[R] AW: random forests for R

Bernd Huwe Hildegard.Goelz-Huwe at t-online.de
Fri Apr 5 10:56:03 CEST 2002

Super. Der Algorithmus gefällt mir sehr gut und scheint auch gar nicht so
schwierig zu realisieren zu sein. Er erinnert etwas an die genetischen

Bernd Huwe

-----Ursprüngliche Nachricht-----
Von: owner-r-announce at stat.math.ethz.ch
[mailto:owner-r-announce at stat.math.ethz.ch]Im Auftrag von Liaw, Andy
Gesendet: Dienstag, 2. April 2002 17:23
An: 'r-announce at lists.R-project.org'
Betreff: random forests for R

Hi all,

There is now a package available on CRAN that provides an R interface to Leo
Breiman's random forest classifier.

Basically, random forest does the following:

1.  Select ntree, the number of trees to grow, and mtry, a number no larger
than number of variables.
2.  For i = 1 to ntree:
3.  Draw a bootstrap sample from the data.  Call those not in the bootstrap
sample the "out-of-bag" data.
4.  Grow a "random" tree, where at each node, the best split is chosen among
mtry randomly selected variables.  The tree is grown to maximum size and not
pruned back.
5.  Use the tree to predict out-of-bag data.
6.  In the end, use the predictions on out-of-bag data to form majority
7.  Prediction of test data is done by majority votes from predictions from
the ensemble of trees.

In the tech report
http://oz.berkeley.edu/users/breiman/randomforest2001.pdf, Breiman showed
that this technique is very competitive to boosting classification trees.
In our own experience, it is competitive with nonlinear classifiers such as
artificial neural nets and support vector machines.  Two of the significant
advantages of random forests over other methods (IMHO) are: a) there is only
one parameter (mtry) to adjust, and the result usually not sensititve to it;
and b) the built-in cross-validation via the use of out-of-bag data gives
quite accurate estimate of test set error, and offers quite effective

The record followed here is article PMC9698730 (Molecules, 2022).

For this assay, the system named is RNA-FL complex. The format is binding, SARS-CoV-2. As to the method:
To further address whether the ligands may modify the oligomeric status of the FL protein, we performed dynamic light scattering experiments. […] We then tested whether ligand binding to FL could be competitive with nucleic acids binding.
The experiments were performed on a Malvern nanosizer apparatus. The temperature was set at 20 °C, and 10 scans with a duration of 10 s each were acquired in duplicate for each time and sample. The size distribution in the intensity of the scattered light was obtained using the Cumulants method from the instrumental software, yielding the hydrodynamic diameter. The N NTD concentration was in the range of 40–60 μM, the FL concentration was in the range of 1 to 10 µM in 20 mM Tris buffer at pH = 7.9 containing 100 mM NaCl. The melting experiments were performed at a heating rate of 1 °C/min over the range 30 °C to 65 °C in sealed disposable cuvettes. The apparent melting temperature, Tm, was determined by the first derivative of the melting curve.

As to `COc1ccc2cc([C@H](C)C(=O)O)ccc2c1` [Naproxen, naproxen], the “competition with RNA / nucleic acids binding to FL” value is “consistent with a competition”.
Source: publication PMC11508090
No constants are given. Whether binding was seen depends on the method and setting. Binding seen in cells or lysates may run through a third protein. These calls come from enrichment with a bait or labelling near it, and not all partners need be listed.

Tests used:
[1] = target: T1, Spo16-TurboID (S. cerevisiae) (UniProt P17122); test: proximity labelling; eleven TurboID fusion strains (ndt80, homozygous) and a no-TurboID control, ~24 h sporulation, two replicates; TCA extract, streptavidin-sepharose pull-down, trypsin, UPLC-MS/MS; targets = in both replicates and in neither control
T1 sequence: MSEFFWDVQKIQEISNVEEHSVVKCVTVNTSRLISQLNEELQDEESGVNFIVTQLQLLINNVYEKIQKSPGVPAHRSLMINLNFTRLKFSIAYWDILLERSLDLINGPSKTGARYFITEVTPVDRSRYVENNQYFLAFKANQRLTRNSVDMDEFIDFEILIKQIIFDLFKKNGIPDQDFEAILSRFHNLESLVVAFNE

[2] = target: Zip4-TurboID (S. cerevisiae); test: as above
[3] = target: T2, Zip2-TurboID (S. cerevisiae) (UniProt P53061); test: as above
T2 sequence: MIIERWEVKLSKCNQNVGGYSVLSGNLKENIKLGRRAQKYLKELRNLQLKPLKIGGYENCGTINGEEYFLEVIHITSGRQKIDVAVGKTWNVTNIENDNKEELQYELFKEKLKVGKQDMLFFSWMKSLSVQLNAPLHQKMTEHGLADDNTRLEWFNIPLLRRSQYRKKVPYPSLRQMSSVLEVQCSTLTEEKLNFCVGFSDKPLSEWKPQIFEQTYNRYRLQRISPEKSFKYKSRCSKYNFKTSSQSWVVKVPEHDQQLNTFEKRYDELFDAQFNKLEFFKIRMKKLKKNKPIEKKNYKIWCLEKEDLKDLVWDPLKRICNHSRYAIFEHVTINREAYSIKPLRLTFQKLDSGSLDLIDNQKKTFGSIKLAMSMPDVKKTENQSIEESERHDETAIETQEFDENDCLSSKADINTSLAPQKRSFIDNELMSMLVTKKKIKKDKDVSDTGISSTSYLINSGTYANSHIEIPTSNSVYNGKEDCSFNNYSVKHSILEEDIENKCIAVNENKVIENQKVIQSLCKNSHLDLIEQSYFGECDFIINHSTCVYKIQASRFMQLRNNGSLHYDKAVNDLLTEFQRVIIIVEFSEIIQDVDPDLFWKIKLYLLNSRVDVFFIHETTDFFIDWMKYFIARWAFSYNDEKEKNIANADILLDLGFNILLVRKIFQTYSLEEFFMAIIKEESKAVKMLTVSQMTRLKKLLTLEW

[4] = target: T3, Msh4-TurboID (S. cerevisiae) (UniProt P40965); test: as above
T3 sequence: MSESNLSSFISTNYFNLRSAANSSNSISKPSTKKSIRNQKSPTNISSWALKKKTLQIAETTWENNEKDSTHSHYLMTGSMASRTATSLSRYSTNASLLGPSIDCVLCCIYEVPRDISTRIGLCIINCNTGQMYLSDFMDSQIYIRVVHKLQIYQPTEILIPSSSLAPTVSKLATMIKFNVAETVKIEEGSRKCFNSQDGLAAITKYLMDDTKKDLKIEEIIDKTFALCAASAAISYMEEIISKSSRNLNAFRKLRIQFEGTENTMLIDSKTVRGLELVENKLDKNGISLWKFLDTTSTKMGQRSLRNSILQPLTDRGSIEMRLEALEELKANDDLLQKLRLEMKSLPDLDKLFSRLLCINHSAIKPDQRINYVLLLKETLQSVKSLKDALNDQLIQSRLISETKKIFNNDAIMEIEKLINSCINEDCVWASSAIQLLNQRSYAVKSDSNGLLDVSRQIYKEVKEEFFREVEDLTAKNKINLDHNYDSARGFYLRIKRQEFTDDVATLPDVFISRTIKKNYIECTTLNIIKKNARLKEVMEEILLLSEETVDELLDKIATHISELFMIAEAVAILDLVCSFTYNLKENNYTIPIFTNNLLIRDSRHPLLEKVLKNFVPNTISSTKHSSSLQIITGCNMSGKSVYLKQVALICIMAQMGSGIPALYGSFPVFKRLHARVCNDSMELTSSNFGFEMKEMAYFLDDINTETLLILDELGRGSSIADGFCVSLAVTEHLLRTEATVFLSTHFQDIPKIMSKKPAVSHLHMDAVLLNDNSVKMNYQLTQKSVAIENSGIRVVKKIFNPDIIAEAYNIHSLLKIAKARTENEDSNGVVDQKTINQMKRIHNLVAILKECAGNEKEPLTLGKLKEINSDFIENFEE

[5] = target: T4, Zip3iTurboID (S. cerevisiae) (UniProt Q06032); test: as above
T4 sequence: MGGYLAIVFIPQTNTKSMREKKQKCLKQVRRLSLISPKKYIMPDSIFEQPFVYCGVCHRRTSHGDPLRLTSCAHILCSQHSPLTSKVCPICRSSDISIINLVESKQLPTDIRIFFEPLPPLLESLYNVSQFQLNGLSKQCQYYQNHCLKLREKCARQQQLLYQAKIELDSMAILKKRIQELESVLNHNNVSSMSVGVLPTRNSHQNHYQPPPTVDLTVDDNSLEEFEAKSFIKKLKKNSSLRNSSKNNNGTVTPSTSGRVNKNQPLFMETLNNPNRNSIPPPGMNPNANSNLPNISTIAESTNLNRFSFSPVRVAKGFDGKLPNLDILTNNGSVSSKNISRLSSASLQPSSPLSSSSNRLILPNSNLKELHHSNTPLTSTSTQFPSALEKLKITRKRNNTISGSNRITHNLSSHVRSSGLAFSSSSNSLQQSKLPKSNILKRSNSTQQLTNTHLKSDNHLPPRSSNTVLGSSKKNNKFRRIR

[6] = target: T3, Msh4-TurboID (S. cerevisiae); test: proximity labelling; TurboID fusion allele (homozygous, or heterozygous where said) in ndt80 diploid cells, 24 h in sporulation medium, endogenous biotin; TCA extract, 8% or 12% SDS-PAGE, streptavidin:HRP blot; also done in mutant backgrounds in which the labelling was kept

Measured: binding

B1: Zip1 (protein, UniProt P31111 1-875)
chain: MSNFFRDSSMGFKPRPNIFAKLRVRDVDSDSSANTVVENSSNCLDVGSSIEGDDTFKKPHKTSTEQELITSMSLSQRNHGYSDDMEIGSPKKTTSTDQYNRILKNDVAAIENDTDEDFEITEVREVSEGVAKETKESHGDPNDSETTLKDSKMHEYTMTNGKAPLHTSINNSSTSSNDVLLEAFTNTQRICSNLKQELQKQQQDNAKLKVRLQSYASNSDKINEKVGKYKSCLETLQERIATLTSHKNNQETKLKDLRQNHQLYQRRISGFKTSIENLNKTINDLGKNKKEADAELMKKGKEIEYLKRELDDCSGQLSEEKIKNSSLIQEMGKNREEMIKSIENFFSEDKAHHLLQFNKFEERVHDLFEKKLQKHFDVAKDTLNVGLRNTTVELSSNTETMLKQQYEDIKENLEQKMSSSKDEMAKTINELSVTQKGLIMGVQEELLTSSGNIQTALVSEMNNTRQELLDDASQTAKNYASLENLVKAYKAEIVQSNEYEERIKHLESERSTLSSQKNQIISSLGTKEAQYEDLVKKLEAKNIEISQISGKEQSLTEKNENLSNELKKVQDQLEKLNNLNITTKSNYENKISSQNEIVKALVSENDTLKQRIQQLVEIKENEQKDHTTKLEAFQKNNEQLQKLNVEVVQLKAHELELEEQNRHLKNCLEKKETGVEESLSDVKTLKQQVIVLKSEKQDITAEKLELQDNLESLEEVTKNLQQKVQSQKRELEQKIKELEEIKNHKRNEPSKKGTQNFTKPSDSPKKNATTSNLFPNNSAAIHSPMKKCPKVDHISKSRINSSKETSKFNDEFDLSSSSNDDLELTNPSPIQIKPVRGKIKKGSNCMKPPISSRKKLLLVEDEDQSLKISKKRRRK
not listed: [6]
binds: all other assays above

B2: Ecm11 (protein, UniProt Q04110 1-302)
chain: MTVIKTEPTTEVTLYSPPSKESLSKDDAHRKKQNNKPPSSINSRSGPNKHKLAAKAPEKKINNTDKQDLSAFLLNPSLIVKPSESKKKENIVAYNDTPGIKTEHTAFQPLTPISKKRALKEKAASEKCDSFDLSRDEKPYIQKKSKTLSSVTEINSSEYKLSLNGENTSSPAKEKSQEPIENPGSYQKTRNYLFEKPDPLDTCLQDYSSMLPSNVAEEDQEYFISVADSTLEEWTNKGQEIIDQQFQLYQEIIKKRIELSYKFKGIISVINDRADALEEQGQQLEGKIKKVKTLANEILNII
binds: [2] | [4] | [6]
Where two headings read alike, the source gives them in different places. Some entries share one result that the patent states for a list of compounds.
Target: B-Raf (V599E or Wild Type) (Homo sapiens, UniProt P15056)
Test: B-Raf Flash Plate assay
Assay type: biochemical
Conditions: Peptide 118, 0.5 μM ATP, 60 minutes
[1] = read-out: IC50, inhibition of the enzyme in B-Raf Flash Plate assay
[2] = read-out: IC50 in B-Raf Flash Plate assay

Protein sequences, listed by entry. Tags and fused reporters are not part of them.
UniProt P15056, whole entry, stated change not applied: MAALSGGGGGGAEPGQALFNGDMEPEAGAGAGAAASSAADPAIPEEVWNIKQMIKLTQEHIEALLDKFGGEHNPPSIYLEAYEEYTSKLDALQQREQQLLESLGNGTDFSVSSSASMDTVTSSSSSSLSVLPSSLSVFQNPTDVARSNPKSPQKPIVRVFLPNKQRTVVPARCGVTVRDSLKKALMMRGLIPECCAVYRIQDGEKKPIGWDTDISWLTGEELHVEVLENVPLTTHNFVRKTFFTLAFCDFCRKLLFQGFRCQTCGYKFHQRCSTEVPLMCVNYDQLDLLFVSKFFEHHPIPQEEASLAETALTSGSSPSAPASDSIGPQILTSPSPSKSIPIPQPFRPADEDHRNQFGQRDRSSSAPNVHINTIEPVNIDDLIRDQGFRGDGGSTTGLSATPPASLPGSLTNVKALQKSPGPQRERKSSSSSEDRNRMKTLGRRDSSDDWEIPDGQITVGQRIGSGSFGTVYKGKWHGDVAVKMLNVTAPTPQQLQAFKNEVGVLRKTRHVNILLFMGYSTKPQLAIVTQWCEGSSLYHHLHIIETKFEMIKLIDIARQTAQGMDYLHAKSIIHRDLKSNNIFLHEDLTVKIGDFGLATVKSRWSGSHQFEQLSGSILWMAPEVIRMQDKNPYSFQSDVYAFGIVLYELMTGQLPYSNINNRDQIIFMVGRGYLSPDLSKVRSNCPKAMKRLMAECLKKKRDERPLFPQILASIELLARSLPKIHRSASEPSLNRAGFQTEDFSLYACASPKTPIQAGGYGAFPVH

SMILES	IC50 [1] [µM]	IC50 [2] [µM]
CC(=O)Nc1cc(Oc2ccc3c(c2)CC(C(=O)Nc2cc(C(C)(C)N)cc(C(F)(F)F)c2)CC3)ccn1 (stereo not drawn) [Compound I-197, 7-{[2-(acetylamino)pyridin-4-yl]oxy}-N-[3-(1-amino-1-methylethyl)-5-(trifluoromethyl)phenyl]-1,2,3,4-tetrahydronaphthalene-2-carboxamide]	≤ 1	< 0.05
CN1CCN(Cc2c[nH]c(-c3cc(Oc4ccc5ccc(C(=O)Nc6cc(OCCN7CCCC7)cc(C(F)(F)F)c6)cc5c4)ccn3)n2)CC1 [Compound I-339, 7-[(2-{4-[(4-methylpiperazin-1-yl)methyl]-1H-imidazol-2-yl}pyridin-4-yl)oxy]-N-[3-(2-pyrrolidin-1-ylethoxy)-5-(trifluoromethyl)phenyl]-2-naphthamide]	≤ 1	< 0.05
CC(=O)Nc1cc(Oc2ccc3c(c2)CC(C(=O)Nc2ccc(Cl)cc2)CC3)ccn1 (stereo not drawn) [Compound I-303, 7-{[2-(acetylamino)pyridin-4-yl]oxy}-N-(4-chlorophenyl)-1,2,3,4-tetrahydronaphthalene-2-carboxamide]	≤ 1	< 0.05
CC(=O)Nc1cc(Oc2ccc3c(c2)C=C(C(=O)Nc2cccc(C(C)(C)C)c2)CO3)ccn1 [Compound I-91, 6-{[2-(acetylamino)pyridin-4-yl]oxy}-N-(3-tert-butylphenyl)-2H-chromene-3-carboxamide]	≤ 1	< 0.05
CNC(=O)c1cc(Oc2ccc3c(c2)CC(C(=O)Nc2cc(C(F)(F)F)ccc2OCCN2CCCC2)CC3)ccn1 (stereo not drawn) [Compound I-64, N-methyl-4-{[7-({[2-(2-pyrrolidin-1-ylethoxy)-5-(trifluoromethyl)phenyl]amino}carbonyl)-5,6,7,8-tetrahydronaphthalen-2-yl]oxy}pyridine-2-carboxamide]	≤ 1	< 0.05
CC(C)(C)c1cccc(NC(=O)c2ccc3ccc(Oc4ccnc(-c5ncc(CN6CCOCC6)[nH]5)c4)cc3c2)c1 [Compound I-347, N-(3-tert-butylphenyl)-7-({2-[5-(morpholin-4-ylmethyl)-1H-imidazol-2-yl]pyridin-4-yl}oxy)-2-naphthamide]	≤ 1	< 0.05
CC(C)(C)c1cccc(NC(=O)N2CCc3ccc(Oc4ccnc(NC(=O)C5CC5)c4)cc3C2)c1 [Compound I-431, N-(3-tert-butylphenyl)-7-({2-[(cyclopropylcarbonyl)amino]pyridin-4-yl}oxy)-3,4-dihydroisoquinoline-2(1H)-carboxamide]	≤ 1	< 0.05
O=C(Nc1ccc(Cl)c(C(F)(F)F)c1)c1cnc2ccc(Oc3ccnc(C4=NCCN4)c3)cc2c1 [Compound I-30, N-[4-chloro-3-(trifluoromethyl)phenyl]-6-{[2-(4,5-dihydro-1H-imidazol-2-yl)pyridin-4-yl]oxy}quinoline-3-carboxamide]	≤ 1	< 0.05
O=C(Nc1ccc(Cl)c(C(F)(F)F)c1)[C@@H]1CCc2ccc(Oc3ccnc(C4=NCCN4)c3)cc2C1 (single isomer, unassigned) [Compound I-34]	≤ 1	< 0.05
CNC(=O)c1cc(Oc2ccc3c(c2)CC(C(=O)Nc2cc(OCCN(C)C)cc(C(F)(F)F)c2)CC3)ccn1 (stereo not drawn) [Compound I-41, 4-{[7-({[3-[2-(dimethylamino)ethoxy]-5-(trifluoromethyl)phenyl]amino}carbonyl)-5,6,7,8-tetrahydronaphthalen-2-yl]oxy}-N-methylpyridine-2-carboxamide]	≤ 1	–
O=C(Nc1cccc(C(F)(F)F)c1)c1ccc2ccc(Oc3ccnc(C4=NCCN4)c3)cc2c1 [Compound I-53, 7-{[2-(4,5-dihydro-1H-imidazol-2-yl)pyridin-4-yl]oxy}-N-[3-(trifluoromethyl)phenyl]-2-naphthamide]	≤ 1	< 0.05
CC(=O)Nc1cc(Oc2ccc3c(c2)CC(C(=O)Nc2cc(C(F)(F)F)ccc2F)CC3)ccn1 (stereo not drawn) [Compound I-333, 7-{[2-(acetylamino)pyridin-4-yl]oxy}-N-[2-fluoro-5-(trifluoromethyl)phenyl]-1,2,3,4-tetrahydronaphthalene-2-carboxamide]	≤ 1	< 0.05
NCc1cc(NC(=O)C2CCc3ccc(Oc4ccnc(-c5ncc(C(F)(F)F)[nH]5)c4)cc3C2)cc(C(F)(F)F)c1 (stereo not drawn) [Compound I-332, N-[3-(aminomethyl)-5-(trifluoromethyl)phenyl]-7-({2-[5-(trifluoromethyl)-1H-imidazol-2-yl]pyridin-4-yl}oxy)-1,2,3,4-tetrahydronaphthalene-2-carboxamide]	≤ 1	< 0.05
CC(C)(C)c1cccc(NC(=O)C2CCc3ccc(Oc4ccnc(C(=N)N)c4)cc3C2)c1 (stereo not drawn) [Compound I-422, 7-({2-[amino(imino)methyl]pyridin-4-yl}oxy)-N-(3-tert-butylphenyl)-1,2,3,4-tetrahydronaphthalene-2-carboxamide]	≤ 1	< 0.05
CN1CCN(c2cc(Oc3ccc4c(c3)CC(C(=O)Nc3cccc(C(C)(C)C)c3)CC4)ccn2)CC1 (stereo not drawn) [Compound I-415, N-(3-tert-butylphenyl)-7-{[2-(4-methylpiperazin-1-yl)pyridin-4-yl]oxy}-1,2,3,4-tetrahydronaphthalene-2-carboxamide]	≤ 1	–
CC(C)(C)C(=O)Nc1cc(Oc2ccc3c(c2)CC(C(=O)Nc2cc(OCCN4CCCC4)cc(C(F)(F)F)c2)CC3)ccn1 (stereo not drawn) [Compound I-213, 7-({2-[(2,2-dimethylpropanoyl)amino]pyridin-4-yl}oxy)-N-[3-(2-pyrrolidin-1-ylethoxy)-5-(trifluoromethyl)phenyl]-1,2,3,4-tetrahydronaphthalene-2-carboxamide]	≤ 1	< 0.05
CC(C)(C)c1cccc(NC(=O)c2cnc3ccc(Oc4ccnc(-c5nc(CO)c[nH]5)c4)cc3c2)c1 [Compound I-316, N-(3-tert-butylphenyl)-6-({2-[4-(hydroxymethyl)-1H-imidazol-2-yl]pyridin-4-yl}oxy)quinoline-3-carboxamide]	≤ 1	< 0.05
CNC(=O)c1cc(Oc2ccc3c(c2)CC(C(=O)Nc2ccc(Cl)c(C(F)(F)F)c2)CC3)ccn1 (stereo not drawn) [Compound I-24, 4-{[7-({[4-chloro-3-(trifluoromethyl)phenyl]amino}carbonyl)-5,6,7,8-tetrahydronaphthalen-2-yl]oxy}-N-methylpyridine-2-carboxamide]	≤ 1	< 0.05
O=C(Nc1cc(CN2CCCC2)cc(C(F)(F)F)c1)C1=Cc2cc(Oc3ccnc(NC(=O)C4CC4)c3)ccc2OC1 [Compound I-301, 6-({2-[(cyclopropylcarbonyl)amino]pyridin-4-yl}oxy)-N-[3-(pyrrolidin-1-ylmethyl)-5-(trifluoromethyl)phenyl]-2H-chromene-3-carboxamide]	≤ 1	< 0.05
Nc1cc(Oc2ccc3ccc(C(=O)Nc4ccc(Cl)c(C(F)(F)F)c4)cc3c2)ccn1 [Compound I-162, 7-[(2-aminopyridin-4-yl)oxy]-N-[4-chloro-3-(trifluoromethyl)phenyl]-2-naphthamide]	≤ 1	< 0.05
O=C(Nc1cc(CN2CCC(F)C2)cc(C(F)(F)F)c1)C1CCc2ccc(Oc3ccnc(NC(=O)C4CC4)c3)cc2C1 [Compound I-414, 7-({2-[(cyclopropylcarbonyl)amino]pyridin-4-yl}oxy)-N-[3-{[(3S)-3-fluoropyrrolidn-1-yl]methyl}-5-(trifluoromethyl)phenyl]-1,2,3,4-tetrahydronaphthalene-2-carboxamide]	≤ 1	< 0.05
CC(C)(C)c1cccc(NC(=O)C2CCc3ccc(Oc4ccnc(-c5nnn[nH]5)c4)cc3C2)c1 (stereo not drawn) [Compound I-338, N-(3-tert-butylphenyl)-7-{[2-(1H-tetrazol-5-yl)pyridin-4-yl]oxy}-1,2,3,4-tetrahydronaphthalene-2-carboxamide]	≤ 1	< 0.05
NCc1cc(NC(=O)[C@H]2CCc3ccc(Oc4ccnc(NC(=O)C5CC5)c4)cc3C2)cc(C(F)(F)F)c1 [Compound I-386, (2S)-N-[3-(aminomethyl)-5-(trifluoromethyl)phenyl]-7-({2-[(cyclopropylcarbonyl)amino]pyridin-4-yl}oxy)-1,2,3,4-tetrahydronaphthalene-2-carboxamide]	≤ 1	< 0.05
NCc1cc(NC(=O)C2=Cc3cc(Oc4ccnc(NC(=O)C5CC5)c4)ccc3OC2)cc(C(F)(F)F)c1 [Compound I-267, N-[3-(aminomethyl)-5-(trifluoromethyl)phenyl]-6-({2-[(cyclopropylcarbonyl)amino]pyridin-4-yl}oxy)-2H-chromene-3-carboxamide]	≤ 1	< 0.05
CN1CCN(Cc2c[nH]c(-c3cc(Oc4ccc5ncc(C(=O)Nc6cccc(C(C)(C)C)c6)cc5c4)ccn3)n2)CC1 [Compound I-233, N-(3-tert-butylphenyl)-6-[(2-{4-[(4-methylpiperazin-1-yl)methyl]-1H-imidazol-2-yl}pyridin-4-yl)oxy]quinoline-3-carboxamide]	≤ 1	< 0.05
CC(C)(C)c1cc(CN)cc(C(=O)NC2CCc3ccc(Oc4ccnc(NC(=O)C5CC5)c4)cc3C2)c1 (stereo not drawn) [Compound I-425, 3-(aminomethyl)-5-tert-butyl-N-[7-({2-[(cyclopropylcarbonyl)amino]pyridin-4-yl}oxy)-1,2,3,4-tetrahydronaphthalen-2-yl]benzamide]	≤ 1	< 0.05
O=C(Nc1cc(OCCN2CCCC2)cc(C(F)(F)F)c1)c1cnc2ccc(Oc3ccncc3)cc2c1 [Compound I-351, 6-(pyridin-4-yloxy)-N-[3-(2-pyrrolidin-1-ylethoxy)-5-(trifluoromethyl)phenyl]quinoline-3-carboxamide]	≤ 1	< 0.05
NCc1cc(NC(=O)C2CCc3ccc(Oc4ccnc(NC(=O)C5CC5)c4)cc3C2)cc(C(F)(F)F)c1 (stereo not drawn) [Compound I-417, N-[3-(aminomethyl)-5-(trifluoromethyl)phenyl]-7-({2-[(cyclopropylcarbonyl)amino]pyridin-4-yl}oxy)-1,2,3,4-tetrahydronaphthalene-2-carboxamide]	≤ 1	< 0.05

protection against overfitting.

The code is based on version 3.1 of the original Fortran code written by
Breiman and Cutler (http://www.stat.berkeley.edu/users/breiman/).  The User
Guide for the Fortran code on Breiman's web site explains some of the
facilities provided in the code (such as assessing variable importance, and
proximity measures).  Some facilities provided in the original Fortran code
have be taken out:  transforming data to principal components, and
multidimensional scaling of the "proximity" matrix.  These can easily be
done in R before and after calls to the random forest functions.  Random
numbers are generated by R's RNG, rather than the one supplied in the
original Fortran code.

I'd like to thank Profs. B. D. Ripley, J. Lindsey, and others on R-help that
answered many of my questions when I was working on this package.  The
formula interface and part of the code in the predict method are out-right
"stolen" from svm() in the e1071 package and nnet() in the VR bundle.

Questions/comments/bugs/patches welcomed!

Andy I. Liaw, PhD
Biometrics Research          Phone: (732) 594-0820
Merck & Co., Inc.              Fax: (732) 594-1565
P.O. Box 2000, RY70-38            Rahway, NJ 07065
mailto:andy_liaw at merck.com

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